There is no other way to describe the way I suspect countless journalists and PRs felt when Lucy Kellaway’s column An old-school reply to an advertiser’s retro threat appeared on FT.com.
Kellaway had received an email from the Hewlett Packard Enterprise comms chief Henry Gomez in response to a column she’d written the previous week about his boss Meg Whitman.
The FT columnist said the email she got from Gomez was “aggressive”. He had signed off with this:
“FT management should consider the impact of unacceptable biases on its relationships with advertisers.”
Gomez has since hit back, releasing the full text of his email. A fascinating public spat, exposing PR-Journalist relations at their most testy.
But the spectacle of confrontation obscures quite an interesting question. What if it had been the other way round?
She says that the ‘good old-fashioned bollocking’ and, most pertinently, the threat of withdrawing of advertising have largely disappeared. She will know far better than I on the former, but on the latter, the question of the balance between commercial is as relevant now as it ever has been.
Just as PRs have sometimes used advertising for leverage over journalists, it is rare but not unheard of for some publications to use the prospect of editorial coverage as leverage over advertising spend.
The line between commercial and editorial has been further blurred in recent years by some media houses that offer ‘native advertising’ and ‘sponsored content’. Outlets as distinct as The Telegraph, The Guardian and Buzzfeed are among those who offer paid-for content published in the house-style as a product to advertisers.
Communications has traditionally been seen at arms-length from other marketing disciplines. The key to PR’s exceptionalism within the marketing mix is the idea that editorial coverage is earned, not bought.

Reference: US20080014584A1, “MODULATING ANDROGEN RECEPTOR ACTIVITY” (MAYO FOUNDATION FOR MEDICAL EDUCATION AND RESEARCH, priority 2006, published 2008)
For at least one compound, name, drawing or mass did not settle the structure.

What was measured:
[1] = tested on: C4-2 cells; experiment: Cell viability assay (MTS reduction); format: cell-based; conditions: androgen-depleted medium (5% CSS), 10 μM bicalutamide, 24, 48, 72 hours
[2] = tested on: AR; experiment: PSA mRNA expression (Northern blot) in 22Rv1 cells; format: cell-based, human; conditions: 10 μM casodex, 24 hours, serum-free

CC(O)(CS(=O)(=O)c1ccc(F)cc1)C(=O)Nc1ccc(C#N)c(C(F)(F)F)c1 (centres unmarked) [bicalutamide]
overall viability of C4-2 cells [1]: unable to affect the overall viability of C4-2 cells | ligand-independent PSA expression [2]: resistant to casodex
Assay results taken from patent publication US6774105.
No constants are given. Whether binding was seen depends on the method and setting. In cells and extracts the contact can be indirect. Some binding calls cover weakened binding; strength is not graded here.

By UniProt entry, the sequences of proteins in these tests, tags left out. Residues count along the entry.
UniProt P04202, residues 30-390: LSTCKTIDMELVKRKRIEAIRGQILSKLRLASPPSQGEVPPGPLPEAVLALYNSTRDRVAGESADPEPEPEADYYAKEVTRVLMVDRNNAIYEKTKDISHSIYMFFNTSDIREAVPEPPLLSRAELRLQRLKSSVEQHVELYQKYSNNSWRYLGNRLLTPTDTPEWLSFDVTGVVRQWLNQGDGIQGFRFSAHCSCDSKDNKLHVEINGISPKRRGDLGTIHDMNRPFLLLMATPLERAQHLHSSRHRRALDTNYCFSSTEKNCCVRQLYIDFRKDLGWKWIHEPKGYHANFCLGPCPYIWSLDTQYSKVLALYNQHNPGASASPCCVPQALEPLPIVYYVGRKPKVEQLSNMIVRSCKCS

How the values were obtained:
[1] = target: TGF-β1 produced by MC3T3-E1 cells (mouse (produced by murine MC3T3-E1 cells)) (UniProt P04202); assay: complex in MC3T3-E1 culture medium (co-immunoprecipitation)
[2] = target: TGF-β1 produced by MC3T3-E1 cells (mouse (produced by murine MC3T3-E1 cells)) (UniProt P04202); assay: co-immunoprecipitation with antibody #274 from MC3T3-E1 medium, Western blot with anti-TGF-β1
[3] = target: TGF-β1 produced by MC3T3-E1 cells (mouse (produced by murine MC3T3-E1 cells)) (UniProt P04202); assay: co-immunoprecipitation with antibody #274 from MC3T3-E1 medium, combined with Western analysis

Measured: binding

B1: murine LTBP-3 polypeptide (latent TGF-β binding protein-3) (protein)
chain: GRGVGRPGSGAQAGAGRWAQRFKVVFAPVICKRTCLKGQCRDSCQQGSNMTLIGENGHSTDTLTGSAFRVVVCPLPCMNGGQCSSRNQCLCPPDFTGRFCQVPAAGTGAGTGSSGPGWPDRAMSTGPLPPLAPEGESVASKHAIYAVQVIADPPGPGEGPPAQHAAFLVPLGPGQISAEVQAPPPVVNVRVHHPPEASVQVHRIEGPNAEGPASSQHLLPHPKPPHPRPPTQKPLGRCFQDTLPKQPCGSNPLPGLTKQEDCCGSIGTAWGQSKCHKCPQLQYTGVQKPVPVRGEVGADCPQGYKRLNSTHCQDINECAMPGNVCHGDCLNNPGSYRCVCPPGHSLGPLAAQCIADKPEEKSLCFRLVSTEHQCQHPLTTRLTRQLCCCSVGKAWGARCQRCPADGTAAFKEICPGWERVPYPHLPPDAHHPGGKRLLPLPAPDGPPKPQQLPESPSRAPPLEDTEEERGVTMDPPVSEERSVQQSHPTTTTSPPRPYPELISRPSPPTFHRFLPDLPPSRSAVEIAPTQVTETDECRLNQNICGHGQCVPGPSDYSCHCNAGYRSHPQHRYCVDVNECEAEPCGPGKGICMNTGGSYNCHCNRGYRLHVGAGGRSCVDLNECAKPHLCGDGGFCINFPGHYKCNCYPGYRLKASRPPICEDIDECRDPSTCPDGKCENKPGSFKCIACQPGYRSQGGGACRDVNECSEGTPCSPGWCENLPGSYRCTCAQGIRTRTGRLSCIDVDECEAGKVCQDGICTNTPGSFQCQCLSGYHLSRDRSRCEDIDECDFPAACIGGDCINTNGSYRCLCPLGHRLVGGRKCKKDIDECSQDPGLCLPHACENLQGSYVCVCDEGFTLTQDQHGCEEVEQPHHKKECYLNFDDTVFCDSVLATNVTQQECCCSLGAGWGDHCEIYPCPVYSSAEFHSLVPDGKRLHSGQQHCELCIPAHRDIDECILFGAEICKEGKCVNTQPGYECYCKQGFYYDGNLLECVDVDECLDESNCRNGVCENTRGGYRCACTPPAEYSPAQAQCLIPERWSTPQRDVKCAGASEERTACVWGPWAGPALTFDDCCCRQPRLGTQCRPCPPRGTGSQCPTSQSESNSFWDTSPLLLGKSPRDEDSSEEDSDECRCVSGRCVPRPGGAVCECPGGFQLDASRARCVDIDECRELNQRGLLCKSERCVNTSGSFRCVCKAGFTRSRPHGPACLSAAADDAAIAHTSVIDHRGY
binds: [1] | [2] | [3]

Lucy Kellaway rightly identifies that editorial independence as the reason why people read the Financial Times.
The more subtle point is that it is also the reason why companies want to be written about by FT journalists. The value of effective PR rests on the third-party legitimacy provided by reputable independent publications.
The debate about the relationship between journalism and advertising is as old as newspapers themselves. In truth ‘native advertising’ has always existed. It just used to be called advertorial.
Kellaway’s piece reflects her distaste at the implicit questioning of the FT’s editorial integrity. But make no mistake, her conflict with Henry Gomez of HP Enterprise is not a proxy war with journalism on one side and the communications industry on the other.
Quite the opposite. Editorial independence in journalism matters for firms who care about their reputations just as much as it does for the media itself.